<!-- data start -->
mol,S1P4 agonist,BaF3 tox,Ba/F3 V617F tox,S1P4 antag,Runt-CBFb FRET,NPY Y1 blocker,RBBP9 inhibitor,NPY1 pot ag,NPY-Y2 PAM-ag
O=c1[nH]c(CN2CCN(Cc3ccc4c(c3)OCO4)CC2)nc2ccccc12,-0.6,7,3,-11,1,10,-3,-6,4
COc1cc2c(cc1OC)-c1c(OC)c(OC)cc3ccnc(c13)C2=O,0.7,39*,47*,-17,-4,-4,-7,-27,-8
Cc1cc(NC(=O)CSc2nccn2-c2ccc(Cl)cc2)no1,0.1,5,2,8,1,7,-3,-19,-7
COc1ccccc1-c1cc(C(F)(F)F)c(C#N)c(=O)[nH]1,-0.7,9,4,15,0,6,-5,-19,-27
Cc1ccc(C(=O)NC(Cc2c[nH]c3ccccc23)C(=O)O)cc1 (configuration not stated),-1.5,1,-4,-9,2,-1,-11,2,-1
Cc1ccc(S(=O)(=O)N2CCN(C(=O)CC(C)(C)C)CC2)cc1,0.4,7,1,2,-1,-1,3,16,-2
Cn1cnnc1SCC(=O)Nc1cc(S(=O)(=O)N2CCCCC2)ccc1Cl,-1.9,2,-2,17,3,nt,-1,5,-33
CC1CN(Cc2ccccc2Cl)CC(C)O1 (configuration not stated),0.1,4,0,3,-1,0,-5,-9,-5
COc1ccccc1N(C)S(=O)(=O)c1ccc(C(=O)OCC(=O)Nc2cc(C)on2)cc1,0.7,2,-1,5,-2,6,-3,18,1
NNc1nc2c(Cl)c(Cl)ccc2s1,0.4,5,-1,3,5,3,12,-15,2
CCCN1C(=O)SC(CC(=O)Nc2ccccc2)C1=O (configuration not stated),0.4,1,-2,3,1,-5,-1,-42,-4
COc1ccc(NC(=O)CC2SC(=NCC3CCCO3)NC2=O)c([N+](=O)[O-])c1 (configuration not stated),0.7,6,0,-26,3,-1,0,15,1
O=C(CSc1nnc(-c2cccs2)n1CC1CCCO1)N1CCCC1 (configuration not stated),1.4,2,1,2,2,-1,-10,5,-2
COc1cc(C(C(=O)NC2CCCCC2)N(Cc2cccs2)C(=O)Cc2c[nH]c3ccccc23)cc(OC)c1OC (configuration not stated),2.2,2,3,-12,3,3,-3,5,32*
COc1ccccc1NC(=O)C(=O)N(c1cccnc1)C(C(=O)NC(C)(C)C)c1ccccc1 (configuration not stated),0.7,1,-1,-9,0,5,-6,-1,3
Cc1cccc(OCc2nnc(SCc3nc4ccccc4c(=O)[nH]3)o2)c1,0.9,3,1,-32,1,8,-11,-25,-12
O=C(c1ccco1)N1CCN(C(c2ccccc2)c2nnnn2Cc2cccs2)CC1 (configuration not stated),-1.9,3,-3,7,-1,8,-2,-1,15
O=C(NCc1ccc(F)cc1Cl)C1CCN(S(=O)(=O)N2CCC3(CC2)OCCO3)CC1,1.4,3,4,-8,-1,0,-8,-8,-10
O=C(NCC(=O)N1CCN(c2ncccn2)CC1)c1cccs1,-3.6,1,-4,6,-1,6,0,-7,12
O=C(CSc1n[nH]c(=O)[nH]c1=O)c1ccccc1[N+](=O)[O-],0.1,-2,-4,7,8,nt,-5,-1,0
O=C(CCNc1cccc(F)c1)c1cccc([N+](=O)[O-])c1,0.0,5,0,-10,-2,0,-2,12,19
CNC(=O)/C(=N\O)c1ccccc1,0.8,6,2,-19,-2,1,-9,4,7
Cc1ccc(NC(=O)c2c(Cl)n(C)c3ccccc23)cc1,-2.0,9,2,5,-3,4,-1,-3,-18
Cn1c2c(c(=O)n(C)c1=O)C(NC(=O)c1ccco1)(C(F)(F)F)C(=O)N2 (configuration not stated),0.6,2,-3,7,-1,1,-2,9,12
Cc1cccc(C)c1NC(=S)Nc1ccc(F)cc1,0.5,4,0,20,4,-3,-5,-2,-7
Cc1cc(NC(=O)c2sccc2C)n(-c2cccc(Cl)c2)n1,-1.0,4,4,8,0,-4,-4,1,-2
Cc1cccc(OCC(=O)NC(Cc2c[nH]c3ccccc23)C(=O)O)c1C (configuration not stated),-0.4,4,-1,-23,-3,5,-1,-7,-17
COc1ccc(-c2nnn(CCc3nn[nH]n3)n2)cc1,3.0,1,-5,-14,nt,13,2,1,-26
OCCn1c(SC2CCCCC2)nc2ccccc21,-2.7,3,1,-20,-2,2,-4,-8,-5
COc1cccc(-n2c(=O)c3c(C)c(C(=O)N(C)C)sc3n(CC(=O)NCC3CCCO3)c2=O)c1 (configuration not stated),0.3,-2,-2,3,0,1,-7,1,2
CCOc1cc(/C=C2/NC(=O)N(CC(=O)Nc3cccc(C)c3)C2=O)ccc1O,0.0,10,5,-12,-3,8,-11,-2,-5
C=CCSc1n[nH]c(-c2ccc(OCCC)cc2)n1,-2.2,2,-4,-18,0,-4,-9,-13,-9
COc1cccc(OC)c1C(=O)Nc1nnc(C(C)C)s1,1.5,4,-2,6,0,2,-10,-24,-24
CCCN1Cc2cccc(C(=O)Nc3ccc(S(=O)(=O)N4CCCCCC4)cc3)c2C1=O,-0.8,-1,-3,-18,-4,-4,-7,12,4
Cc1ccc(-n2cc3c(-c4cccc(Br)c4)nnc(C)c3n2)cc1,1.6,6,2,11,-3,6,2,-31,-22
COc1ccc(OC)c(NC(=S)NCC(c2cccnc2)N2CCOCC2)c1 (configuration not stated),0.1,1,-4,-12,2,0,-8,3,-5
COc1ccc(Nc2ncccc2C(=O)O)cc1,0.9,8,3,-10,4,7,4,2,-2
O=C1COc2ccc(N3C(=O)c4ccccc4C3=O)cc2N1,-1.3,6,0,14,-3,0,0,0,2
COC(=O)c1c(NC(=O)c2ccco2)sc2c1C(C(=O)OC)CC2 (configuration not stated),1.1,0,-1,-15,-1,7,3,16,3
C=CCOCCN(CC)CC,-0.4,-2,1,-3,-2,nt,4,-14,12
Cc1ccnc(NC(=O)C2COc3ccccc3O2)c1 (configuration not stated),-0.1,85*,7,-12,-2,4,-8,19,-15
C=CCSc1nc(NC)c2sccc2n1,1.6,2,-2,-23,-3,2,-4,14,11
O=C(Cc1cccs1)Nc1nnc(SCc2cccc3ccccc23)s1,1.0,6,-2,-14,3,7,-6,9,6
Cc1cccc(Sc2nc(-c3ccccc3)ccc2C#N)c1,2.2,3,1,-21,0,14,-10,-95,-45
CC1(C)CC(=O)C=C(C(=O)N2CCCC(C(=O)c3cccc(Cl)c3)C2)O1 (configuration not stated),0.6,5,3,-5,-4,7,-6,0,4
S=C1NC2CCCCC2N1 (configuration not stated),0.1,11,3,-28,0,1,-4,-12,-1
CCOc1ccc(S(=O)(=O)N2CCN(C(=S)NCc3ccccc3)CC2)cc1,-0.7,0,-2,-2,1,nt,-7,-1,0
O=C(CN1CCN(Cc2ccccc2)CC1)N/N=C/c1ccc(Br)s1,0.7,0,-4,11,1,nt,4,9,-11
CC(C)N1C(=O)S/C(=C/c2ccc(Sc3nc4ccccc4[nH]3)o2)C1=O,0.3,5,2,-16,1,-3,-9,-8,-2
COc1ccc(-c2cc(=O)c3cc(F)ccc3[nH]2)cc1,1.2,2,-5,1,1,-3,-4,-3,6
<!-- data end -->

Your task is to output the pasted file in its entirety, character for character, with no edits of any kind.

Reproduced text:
mol,S1P4 agonist,BaF3 tox,Ba/F3 V617F tox,S1P4 antag,Runt-CBFb FRET,NPY Y1 blocker,RBBP9 inhibitor,NPY1 pot ag,NPY-Y2 PAM-ag
O=c1[nH]c(CN2CCN(Cc3ccc4c(c3)OCO4)CC2)nc2ccccc12,-0.6,7,3,-11,1,10,-3,-6,4
COc1cc2c(cc1OC)-c1c(OC)c(OC)cc3ccnc(c13)C2=O,0.7,39*,47*,-17,-4,-4,-7,-27,-8
Cc1cc(NC(=O)CSc2nccn2-c2ccc(Cl)cc2)no1,0.1,5,2,8,1,7,-3,-19,-7
COc1ccccc1-c1cc(C(F)(F)F)c(C#N)c(=O)[nH]1,-0.7,9,4,15,0,6,-5,-19,-27
Cc1ccc(C(=O)NC(Cc2c[nH]c3ccccc23)C(=O)O)cc1 (configuration not stated),-1.5,1,-4,-9,2,-1,-11,2,-1
Cc1ccc(S(=O)(=O)N2CCN(C(=O)CC(C)(C)C)CC2)cc1,0.4,7,1,2,-1,-1,3,16,-2
Cn1cnnc1SCC(=O)Nc1cc(S(=O)(=O)N2CCCCC2)ccc1Cl,-1.9,2,-2,17,3,nt,-1,5,-33
CC1CN(Cc2ccccc2Cl)CC(C)O1 (configuration not stated),0.1,4,0,3,-1,0,-5,-9,-5
COc1ccccc1N(C)S(=O)(=O)c1ccc(C(=O)OCC(=O)Nc2cc(C)on2)cc1,0.7,2,-1,5,-2,6,-3,18,1
NNc1nc2c(Cl)c(Cl)ccc2s1,0.4,5,-1,3,5,3,12,-15,2
CCCN1C(=O)SC(CC(=O)Nc2ccccc2)C1=O (configuration not stated),0.4,1,-2,3,1,-5,-1,-42,-4
COc1ccc(NC(=O)CC2SC(=NCC3CCCO3)NC2=O)c([N+](=O)[O-])c1 (configuration not stated),0.7,6,0,-26,3,-1,0,15,1
O=C(CSc1nnc(-c2cccs2)n1CC1CCCO1)N1CCCC1 (configuration not stated),1.4,2,1,2,2,-1,-10,5,-2
COc1cc(C(C(=O)NC2CCCCC2)N(Cc2cccs2)C(=O)Cc2c[nH]c3ccccc23)cc(OC)c1OC (configuration not stated),2.2,2,3,-12,3,3,-3,5,32*
COc1ccccc1NC(=O)C(=O)N(c1cccnc1)C(C(=O)NC(C)(C)C)c1ccccc1 (configuration not stated),0.7,1,-1,-9,0,5,-6,-1,3
Cc1cccc(OCc2nnc(SCc3nc4ccccc4c(=O)[nH]3)o2)c1,0.9,3,1,-32,1,8,-11,-25,-12
O=C(c1ccco1)N1CCN(C(c2ccccc2)c2nnnn2Cc2cccs2)CC1 (configuration not stated),-1.9,3,-3,7,-1,8,-2,-1,15
O=C(NCc1ccc(F)cc1Cl)C1CCN(S(=O)(=O)N2CCC3(CC2)OCCO3)CC1,1.4,3,4,-8,-1,0,-8,-8,-10
O=C(NCC(=O)N1CCN(c2ncccn2)CC1)c1cccs1,-3.6,1,-4,6,-1,6,0,-7,12
O=C(CSc1n[nH]c(=O)[nH]c1=O)c1ccccc1[N+](=O)[O-],0.1,-2,-4,7,8,nt,-5,-1,0
O=C(CCNc1cccc(F)c1)c1cccc([N+](=O)[O-])c1,0.0,5,0,-10,-2,0,-2,12,19
CNC(=O)/C(=N\O)c1ccccc1,0.8,6,2,-19,-2,1,-9,4,7
Cc1ccc(NC(=O)c2c(Cl)n(C)c3ccccc23)cc1,-2.0,9,2,5,-3,4,-1,-3,-18
Cn1c2c(c(=O)n(C)c1=O)C(NC(=O)c1ccco1)(C(F)(F)F)C(=O)N2 (configuration not stated),0.6,2,-3,7,-1,1,-2,9,12
Cc1cccc(C)c1NC(=S)Nc1ccc(F)cc1,0.5,4,0,20,4,-3,-5,-2,-7
Cc1cc(NC(=O)c2sccc2C)n(-c2cccc(Cl)c2)n1,-1.0,4,4,8,0,-4,-4,1,-2
Cc1cccc(OCC(=O)NC(Cc2c[nH]c3ccccc23)C(=O)O)c1C (configuration not stated),-0.4,4,-1,-23,-3,5,-1,-7,-17
COc1ccc(-c2nnn(CCc3nn[nH]n3)n2)cc1,3.0,1,-5,-14,nt,13,2,1,-26
OCCn1c(SC2CCCCC2)nc2ccccc21,-2.7,3,1,-20,-2,2,-4,-8,-5
COc1cccc(-n2c(=O)c3c(C)c(C(=O)N(C)C)sc3n(CC(=O)NCC3CCCO3)c2=O)c1 (configuration not stated),0.3,-2,-2,3,0,1,-7,1,2
CCOc1cc(/C=C2/NC(=O)N(CC(=O)Nc3cccc(C)c3)C2=O)ccc1O,0.0,10,5,-12,-3,8,-11,-2,-5
C=CCSc1n[nH]c(-c2ccc(OCCC)cc2)n1,-2.2,2,-4,-18,0,-4,-9,-13,-9
COc1cccc(OC)c1C(=O)Nc1nnc(C(C)C)s1,1.5,4,-2,6,0,2,-10,-24,-24
CCCN1Cc2cccc(C(=O)Nc3ccc(S(=O)(=O)N4CCCCCC4)cc3)c2C1=O,-0.8,-1,-3,-18,-4,-4,-7,12,4
Cc1ccc(-n2cc3c(-c4cccc(Br)c4)nnc(C)c3n2)cc1,1.6,6,2,11,-3,6,2,-31,-22
COc1ccc(OC)c(NC(=S)NCC(c2cccnc2)N2CCOCC2)c1 (configuration not stated),0.1,1,-4,-12,2,0,-8,3,-5
COc1ccc(Nc2ncccc2C(=O)O)cc1,0.9,8,3,-10,4,7,4,2,-2
O=C1COc2ccc(N3C(=O)c4ccccc4C3=O)cc2N1,-1.3,6,0,14,-3,0,0,0,2
COC(=O)c1c(NC(=O)c2ccco2)sc2c1C(C(=O)OC)CC2 (configuration not stated),1.1,0,-1,-15,-1,7,3,16,3
C=CCOCCN(CC)CC,-0.4,-2,1,-3,-2,nt,4,-14,12
Cc1ccnc(NC(=O)C2COc3ccccc3O2)c1 (configuration not stated),-0.1,85*,7,-12,-2,4,-8,19,-15
C=CCSc1nc(NC)c2sccc2n1,1.6,2,-2,-23,-3,2,-4,14,11
O=C(Cc1cccs1)Nc1nnc(SCc2cccc3ccccc23)s1,1.0,6,-2,-14,3,7,-6,9,6
Cc1cccc(Sc2nc(-c3ccccc3)ccc2C#N)c1,2.2,3,1,-21,0,14,-10,-95,-45
CC1(C)CC(=O)C=C(C(=O)N2CCCC(C(=O)c3cccc(Cl)c3)C2)O1 (configuration not stated),0.6,5,3,-5,-4,7,-6,0,4
S=C1NC2CCCCC2N1 (configuration not stated),0.1,11,3,-28,0,1,-4,-12,-1
CCOc1ccc(S(=O)(=O)N2CCN(C(=S)NCc3ccccc3)CC2)cc1,-0.7,0,-2,-2,1,nt,-7,-1,0
O=C(CN1CCN(Cc2ccccc2)CC1)N/N=C/c1ccc(Br)s1,0.7,0,-4,11,1,nt,4,9,-11
CC(C)N1C(=O)S/C(=C/c2ccc(Sc3nc4ccccc4[nH]3)o2)C1=O,0.3,5,2,-16,1,-3,-9,-8,-2
COc1ccc(-c2cc(=O)c3cc(F)ccc3[nH]2)cc1,1.2,2,-5,1,1,-3,-4,-3,6